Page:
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7 Tips for a Successful Fantasy Football Draft

By Edited Dec 10, 2015 1 2

If you are one of the millions who play fantasy football every year, then you know that the draft is the most important part of the game, and a successful fantasy football draft will set the tone for the rest of the season. A well planned strategy for your fantasy football draft will give you a significant advantage over your opponents to help you dominate all the way to the playoffs. Follow these tips to make sure your fantasy football draft is a success.

1) Know your league rules and settings

This is the golden rule of the fantasy football draft. Whether you are in a standard, keeper or auction league, you need to know what positions you start every week, how points are scored, and how they are lost. The draft choices that you make will be vastly different between a point per reception league and a touchdown only league - and chances are that the settings for your league are somewhere in between. Know the scoring system and choose accordingly. Custom leagues can make things more fun for everyone, but the settings can change every year based on the whims of your league commissioner. Study the rules for your league beforehand so you can adjust your rankings and come to the draft prepared.

2) Use a tiered system to rank your players and make your draft choices

When preparing for your fantasy football draft, don't just you rank your players by their potential points, but also group them into different tiers to separate levels of expected performance. Every position is going to have a few elite players, then a couple of levels of middle players, and finally some players to avoid. When you make your draft choices focus on the differences between tiers more than just individual rankings.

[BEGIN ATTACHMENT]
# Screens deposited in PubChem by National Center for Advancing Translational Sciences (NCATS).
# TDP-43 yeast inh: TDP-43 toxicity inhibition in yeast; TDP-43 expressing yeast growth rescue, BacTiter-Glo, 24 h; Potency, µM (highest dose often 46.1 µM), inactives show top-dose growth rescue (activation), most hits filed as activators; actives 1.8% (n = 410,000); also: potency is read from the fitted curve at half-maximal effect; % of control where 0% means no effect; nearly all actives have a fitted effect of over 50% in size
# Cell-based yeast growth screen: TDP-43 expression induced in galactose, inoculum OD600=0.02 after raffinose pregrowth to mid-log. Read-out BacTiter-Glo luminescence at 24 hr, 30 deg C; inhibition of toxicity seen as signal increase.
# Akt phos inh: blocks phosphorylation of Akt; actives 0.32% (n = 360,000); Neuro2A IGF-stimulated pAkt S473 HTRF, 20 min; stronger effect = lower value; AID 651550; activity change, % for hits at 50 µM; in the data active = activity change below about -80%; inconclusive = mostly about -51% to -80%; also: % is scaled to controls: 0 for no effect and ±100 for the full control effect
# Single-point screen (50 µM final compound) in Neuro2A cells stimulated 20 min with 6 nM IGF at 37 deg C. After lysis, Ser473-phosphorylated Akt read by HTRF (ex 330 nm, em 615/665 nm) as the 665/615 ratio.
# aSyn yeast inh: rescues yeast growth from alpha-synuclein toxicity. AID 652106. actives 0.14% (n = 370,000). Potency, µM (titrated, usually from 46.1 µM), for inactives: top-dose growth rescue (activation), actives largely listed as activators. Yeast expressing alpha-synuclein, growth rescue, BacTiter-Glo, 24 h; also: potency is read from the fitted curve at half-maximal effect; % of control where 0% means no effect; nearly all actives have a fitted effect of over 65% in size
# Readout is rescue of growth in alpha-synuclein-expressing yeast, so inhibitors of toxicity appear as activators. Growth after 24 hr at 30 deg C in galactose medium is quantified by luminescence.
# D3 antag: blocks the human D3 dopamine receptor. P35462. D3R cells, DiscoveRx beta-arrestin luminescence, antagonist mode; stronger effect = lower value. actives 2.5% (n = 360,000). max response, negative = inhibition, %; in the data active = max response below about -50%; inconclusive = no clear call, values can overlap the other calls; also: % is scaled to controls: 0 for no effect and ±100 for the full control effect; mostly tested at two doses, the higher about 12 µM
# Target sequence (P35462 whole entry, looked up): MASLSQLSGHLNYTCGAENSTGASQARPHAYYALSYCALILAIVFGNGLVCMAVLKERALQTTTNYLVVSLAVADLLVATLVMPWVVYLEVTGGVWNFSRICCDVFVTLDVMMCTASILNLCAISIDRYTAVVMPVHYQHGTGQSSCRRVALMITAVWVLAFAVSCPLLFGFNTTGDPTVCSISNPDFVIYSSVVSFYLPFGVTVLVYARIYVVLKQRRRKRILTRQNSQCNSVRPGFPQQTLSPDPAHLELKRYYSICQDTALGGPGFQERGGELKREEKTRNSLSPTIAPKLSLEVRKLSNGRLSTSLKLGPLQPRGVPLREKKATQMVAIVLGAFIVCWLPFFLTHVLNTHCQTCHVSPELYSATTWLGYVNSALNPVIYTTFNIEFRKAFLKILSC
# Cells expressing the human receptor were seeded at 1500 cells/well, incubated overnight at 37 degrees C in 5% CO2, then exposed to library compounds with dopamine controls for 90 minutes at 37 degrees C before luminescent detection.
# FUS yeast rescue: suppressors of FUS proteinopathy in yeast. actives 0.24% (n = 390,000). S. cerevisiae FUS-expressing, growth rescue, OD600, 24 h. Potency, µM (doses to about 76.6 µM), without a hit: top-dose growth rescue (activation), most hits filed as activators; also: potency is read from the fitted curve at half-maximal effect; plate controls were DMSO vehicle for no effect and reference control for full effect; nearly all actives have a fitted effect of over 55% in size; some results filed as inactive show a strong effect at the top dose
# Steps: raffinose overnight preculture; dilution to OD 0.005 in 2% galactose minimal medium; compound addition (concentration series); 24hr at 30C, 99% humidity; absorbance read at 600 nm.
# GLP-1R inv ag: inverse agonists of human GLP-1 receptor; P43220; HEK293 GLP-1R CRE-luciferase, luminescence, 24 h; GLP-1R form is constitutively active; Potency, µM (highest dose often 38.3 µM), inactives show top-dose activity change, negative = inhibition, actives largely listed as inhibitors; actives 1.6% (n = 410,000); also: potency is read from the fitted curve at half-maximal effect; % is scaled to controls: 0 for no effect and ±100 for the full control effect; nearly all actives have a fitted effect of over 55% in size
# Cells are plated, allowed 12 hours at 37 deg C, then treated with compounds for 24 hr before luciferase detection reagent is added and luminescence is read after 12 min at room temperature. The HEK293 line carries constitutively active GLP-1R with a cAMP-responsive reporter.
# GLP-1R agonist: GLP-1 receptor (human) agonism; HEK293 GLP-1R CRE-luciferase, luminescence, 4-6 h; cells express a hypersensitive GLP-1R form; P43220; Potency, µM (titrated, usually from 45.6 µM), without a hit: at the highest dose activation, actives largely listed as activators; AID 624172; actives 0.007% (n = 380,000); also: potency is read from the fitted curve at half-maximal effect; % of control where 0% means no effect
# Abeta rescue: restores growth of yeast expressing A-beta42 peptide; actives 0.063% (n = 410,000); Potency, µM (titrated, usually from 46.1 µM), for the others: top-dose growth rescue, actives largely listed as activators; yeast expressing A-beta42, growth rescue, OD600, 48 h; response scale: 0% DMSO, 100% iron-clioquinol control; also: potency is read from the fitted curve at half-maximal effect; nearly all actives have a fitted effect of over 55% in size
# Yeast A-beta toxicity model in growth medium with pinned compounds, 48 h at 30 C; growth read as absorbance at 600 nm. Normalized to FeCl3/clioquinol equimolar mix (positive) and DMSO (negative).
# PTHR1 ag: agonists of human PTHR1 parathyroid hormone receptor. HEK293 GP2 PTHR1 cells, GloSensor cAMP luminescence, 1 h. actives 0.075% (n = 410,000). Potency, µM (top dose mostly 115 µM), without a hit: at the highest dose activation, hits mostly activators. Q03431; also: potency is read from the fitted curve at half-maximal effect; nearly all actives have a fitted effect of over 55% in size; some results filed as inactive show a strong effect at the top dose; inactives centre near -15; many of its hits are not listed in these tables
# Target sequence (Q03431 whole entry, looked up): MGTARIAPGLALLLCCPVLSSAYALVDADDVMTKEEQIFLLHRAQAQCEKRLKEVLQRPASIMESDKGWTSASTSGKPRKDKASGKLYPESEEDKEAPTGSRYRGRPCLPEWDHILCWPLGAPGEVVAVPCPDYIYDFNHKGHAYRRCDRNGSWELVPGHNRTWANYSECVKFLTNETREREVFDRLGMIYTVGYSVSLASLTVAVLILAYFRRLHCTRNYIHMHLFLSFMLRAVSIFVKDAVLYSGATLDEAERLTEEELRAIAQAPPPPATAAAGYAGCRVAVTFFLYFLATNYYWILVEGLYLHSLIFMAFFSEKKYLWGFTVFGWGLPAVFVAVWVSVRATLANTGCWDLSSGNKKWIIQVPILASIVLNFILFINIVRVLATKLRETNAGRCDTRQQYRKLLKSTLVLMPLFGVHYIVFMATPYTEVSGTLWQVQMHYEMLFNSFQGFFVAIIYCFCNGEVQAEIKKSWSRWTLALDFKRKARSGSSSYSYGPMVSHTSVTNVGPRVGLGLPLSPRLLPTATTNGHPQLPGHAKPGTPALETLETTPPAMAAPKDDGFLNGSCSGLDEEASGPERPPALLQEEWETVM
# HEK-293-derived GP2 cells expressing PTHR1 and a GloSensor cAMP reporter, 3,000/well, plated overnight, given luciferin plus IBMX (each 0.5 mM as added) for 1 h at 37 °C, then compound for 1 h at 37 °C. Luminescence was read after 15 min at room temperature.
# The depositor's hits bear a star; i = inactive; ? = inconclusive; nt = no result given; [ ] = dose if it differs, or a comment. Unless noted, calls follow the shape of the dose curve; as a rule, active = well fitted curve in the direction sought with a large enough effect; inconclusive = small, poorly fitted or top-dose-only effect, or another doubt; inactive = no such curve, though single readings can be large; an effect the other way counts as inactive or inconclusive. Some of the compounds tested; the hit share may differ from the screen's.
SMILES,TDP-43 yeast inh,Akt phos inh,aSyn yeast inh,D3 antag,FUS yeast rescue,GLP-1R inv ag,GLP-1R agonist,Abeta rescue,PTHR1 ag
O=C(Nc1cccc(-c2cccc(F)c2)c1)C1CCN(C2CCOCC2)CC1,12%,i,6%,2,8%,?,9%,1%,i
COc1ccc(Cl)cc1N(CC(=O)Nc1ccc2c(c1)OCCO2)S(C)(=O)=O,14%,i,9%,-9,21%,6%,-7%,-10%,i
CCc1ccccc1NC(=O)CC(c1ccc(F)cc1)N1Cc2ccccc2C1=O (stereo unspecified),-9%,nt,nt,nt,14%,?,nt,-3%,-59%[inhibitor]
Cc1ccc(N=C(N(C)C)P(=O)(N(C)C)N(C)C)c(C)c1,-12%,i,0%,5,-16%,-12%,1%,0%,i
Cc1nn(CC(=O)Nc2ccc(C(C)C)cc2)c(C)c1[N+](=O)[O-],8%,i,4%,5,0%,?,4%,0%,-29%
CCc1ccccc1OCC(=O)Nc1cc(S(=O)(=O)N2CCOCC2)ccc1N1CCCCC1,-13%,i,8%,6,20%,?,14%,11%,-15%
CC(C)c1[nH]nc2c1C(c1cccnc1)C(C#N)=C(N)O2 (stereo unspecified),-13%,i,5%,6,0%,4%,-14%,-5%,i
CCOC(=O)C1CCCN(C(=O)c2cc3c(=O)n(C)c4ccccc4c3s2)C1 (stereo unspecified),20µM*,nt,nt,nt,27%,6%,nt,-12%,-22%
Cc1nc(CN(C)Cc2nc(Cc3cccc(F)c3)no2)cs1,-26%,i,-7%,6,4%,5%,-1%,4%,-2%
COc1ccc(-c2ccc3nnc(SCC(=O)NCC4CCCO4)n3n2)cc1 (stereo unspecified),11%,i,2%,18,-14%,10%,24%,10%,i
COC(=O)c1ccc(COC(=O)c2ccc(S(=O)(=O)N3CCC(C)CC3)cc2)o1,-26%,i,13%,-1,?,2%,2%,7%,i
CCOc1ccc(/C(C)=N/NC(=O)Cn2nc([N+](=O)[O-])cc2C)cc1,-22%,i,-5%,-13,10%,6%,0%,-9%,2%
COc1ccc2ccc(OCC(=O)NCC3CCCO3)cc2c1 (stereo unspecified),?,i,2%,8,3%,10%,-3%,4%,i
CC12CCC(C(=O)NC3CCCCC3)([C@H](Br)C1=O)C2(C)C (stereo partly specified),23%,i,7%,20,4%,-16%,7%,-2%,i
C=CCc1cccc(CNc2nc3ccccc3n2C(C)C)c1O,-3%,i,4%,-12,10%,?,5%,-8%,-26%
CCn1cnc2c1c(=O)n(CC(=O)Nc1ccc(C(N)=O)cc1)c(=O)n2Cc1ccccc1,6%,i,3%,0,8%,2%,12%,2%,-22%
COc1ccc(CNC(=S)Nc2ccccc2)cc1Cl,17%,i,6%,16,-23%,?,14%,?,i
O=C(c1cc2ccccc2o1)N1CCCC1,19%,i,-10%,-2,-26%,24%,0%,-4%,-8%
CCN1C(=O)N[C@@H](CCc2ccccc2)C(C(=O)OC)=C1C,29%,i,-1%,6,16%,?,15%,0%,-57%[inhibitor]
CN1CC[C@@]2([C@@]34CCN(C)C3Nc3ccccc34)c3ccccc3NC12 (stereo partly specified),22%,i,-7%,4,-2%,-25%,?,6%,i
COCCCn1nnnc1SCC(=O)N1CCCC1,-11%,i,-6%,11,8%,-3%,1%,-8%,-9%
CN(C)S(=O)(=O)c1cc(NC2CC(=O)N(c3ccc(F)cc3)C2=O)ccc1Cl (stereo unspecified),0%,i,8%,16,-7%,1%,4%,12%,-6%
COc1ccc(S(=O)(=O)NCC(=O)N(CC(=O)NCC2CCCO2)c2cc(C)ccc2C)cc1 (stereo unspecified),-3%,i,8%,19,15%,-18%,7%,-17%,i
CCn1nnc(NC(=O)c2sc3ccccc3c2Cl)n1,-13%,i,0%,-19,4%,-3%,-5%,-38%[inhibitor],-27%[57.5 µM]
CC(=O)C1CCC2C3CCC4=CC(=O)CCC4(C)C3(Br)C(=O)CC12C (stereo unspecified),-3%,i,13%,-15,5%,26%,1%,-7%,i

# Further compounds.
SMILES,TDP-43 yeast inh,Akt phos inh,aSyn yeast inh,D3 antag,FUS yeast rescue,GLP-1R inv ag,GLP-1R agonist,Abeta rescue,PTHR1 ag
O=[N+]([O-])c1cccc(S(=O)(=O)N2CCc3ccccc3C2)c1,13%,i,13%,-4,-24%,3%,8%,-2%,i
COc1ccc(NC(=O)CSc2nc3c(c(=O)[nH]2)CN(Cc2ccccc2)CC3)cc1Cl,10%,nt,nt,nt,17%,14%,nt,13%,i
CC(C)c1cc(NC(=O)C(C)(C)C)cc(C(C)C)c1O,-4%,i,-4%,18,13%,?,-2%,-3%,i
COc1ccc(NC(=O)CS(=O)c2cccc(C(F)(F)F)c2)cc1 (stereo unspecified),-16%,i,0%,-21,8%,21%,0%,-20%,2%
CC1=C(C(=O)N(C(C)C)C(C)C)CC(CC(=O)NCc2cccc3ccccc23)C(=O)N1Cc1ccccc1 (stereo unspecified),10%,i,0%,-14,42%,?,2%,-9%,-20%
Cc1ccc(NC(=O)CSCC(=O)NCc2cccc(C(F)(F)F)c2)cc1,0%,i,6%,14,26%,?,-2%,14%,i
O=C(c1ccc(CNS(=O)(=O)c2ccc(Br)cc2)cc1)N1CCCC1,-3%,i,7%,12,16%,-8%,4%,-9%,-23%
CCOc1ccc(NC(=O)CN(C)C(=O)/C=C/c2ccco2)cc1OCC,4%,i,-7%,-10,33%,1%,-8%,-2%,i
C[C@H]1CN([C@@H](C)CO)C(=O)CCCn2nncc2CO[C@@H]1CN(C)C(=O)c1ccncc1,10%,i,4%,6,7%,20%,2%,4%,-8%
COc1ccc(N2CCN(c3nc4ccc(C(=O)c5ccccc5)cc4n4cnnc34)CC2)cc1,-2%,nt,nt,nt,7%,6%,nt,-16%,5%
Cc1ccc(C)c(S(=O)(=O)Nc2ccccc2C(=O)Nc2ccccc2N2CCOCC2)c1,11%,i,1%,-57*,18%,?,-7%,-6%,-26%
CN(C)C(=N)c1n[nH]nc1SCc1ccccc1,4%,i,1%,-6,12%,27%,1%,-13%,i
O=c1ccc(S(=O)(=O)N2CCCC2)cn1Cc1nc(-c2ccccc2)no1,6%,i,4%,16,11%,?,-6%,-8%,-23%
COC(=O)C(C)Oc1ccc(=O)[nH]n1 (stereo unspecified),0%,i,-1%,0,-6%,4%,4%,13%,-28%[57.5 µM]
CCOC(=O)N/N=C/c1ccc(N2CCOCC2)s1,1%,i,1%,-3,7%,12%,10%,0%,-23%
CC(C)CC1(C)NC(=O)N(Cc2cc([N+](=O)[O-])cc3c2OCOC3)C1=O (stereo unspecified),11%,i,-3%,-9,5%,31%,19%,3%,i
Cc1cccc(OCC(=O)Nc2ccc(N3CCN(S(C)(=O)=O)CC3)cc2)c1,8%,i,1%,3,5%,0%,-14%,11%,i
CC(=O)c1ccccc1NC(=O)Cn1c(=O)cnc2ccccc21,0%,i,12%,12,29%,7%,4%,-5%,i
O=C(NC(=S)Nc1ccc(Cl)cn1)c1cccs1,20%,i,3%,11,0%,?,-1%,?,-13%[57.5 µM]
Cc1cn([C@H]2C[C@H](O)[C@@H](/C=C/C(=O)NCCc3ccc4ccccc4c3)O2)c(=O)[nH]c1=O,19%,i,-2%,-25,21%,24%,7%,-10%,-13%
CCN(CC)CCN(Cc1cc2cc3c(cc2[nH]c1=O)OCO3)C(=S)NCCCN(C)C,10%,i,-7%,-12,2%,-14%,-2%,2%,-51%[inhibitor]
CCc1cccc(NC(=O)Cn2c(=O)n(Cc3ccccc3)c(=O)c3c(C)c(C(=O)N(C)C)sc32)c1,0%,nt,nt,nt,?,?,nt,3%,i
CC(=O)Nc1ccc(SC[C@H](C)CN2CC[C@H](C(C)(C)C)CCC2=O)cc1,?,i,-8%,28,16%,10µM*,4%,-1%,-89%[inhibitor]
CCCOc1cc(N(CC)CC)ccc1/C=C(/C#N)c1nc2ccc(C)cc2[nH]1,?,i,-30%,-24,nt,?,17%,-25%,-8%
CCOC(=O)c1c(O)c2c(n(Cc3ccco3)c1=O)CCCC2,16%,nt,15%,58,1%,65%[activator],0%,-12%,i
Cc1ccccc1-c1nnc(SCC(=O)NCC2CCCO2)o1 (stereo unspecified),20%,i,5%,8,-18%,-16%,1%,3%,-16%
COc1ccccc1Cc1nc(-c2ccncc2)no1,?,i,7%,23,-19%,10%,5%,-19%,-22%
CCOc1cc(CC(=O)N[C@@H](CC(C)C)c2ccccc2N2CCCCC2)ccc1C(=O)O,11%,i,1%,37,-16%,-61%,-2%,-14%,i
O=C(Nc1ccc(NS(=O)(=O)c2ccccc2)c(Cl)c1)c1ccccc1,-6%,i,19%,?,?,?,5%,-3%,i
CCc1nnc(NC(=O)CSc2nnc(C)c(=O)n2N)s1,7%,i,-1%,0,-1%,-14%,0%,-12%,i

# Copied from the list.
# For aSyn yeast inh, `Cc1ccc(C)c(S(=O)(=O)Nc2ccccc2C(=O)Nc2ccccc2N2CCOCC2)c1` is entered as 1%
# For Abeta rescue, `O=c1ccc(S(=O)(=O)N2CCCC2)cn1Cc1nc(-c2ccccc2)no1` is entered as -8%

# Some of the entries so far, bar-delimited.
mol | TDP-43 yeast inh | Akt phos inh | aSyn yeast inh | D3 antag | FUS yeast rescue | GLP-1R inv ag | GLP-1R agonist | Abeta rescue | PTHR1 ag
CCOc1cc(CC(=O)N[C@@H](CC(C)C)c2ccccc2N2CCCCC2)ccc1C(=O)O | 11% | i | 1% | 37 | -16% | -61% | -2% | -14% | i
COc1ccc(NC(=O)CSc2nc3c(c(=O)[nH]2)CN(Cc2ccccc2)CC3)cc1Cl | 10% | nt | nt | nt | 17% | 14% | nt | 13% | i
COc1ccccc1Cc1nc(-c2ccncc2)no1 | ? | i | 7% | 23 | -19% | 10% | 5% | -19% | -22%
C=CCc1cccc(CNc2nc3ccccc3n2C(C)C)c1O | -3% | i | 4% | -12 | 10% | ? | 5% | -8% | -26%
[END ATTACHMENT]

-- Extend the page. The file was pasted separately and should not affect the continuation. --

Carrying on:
For example, if you are drafting late in the first round chances are that all of the elite, top tier RBs will be gone. So instead of taking a second or third tier RB, grab a top tier WR or QB. Likewise in later rounds, you could use the tiered rankings to choose a first tier TE over a fourth tier WR.

3) Know your opponents

To take your fantasy football draft to a deeper level, you need to look beyond just the actual players you will be drafting and start looking at the other people in your league. Before the draft, check out who your opponents had on their teams in previous years. Some people get fixated on having players from their favorite team, or they like certain players no matter how poorly they are doing or what their fantasy value is now because they helped them win a championship last year. Knowing this could help you during the draft. If you can draft one of their favorite players you can use them as trade bait later in the season. Or you can plan your draft picks because you know who the guy in front of you are likely to choose.

It's also important to pay attention to your opponent's teams during the fantasy football draft. Keep an eye on what positions your opponents have filled, the quality of their players and what they still need. Nothing feels better than having 3 solid RBs on your team, but still grabbing another mediocre one just to screw the guy choosing next who is loaded with WRs. It not only makes for fun trash talking during the draft, but it will be really valuable later once the season starts and you can trade that mid tier RB for a top tier WR because the guy is desperate.

4) Ignore bye weeks - for now